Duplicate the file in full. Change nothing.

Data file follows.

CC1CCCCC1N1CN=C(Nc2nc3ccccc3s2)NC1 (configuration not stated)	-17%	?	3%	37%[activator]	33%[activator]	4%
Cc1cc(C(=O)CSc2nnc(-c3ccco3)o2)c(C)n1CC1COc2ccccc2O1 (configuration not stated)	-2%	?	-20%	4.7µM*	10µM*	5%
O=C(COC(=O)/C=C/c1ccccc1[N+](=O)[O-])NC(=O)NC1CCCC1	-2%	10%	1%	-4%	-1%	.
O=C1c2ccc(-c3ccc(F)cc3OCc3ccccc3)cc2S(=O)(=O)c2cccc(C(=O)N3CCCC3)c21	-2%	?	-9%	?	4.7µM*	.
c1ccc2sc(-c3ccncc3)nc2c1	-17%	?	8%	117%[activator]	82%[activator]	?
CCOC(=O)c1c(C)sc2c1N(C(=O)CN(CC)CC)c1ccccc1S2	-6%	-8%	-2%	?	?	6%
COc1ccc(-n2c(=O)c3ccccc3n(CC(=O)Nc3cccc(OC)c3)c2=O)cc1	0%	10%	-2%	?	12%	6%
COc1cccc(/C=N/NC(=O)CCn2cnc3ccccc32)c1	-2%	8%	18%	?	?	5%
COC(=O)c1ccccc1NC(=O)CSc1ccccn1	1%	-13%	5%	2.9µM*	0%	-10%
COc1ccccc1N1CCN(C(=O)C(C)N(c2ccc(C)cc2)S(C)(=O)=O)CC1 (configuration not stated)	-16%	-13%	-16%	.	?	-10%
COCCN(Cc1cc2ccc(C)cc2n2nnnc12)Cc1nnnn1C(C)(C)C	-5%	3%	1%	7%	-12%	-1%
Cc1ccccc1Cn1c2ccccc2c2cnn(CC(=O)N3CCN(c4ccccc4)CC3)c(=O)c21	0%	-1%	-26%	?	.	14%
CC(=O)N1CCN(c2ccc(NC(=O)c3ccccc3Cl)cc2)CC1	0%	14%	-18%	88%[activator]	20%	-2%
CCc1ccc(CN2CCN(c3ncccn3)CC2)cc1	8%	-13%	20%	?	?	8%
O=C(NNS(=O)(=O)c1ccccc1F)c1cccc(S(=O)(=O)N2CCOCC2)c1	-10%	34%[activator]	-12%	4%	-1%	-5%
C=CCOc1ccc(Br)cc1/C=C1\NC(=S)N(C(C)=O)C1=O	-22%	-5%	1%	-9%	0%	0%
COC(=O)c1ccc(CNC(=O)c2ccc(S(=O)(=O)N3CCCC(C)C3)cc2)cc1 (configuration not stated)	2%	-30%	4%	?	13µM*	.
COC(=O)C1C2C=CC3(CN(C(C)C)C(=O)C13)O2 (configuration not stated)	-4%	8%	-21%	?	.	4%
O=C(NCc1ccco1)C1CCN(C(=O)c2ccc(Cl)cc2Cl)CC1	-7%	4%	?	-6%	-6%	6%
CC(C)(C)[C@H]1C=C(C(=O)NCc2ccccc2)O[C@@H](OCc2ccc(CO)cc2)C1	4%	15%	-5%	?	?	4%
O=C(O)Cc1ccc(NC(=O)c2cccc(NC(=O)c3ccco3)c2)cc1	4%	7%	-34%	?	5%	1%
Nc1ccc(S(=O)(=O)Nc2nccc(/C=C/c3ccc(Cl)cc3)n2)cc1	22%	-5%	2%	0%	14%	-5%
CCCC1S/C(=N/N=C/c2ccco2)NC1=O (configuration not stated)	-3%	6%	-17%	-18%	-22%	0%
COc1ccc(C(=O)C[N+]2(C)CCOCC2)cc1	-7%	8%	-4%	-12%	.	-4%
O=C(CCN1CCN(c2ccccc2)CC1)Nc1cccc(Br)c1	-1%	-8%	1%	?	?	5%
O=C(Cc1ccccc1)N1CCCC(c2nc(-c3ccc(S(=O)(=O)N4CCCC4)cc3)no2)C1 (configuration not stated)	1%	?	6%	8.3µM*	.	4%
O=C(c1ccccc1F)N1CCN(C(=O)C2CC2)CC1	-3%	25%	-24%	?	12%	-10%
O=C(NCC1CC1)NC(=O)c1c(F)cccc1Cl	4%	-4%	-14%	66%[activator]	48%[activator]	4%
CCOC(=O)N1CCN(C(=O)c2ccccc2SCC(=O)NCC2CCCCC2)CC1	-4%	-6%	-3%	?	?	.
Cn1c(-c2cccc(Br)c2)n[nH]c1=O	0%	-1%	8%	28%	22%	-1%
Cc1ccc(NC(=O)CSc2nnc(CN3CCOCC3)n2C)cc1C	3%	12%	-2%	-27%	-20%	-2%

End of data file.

CC1CCCCC1N1CN=C(Nc2nc3ccccc3s2)NC1 (configuration not stated)	-17%	?	3%	37%[activator]	33%[activator]	4%
Cc1cc(C(=O)CSc2nnc(-c3ccco3)o2)c(C)n1CC1COc2ccccc2O1 (configuration not stated)	-2%	?	-20%	4.7µM*	10µM*	5%
O=C(COC(=O)/C=C/c1ccccc1[N+](=O)[O-])NC(=O)NC1CCCC1	-2%	10%	1%	-4%	-1%	.
O=C1c2ccc(-c3ccc(F)cc3OCc3ccccc3)cc2S(=O)(=O)c2cccc(C(=O)N3CCCC3)c21	-2%	?	-9%	?	4.7µM*	.
c1ccc2sc(-c3ccncc3)nc2c1	-17%	?	8%	117%[activator]	82%[activator]	?
CCOC(=O)c1c(C)sc2c1N(C(=O)CN(CC)CC)c1ccccc1S2	-6%	-8%	-2%	?	?	6%
COc1ccc(-n2c(=O)c3ccccc3n(CC(=O)Nc3cccc(OC)c3)c2=O)cc1	0%	10%	-2%	?	12%	6%
COc1cccc(/C=N/NC(=O)CCn2cnc3ccccc32)c1	-2%	8%	18%	?	?	5%
COC(=O)c1ccccc1NC(=O)CSc1ccccn1	1%	-13%	5%	2.9µM*	0%	-10%
COc1ccccc1N1CCN(C(=O)C(C)N(c2ccc(C)cc2)S(C)(=O)=O)CC1 (configuration not stated)	-16%	-13%	-16%	.	?	-10%
COCCN(Cc1cc2ccc(C)cc2n2nnnc12)Cc1nnnn1C(C)(C)C	-5%	3%	1%	7%	-12%	-1%
Cc1ccccc1Cn1c2ccccc2c2cnn(CC(=O)N3CCN(c4ccccc4)CC3)c(=O)c21	0%	-1%	-26%	?	.	14%
CC(=O)N1CCN(c2ccc(NC(=O)c3ccccc3Cl)cc2)CC1	0%	14%	-18%	88%[activator]	20%	-2%
CCc1ccc(CN2CCN(c3ncccn3)CC2)cc1	8%	-13%	20%	?	?	8%
O=C(NNS(=O)(=O)c1ccccc1F)c1cccc(S(=O)(=O)N2CCOCC2)c1	-10%	34%[activator]	-12%	4%	-1%	-5%
C=CCOc1ccc(Br)cc1/C=C1\NC(=S)N(C(C)=O)C1=O	-22%	-5%	1%	-9%	0%	0%
COC(=O)c1ccc(CNC(=O)c2ccc(S(=O)(=O)N3CCCC(C)C3)cc2)cc1 (configuration not stated)	2%	-30%	4%	?	13µM*	.
COC(=O)C1C2C=CC3(CN(C(C)C)C(=O)C13)O2 (configuration not stated)	-4%	8%	-21%	?	.	4%
O=C(NCc1ccco1)C1CCN(C(=O)c2ccc(Cl)cc2Cl)CC1	-7%	4%	?	-6%	-6%	6%
CC(C)(C)[C@H]1C=C(C(=O)NCc2ccccc2)O[C@@H](OCc2ccc(CO)cc2)C1	4%	15%	-5%	?	?	4%
O=C(O)Cc1ccc(NC(=O)c2cccc(NC(=O)c3ccco3)c2)cc1	4%	7%	-34%	?	5%	1%
Nc1ccc(S(=O)(=O)Nc2nccc(/C=C/c3ccc(Cl)cc3)n2)cc1	22%	-5%	2%	0%	14%	-5%
CCCC1S/C(=N/N=C/c2ccco2)NC1=O (configuration not stated)	-3%	6%	-17%	-18%	-22%	0%
COc1ccc(C(=O)C[N+]2(C)CCOCC2)cc1	-7%	8%	-4%	-12%	.	-4%
O=C(CCN1CCN(c2ccccc2)CC1)Nc1cccc(Br)c1	-1%	-8%	1%	?	?	5%
O=C(Cc1ccccc1)N1CCCC(c2nc(-c3ccc(S(=O)(=O)N4CCCC4)cc3)no2)C1 (configuration not stated)	1%	?	6%	8.3µM*	.	4%
O=C(c1ccccc1F)N1CCN(C(=O)C2CC2)CC1	-3%	25%	-24%	?	12%	-10%
O=C(NCC1CC1)NC(=O)c1c(F)cccc1Cl	4%	-4%	-14%	66%[activator]	48%[activator]	4%
CCOC(=O)N1CCN(C(=O)c2ccccc2SCC(=O)NCC2CCCCC2)CC1	-4%	-6%	-3%	?	?	.
Cn1c(-c2cccc(Br)c2)n[nH]c1=O	0%	-1%	8%	28%	22%	-1%
Cc1ccc(NC(=O)CSc2nnc(CN3CCOCC3)n2C)cc1C	3%	12%	-2%	-27%	-20%	-2%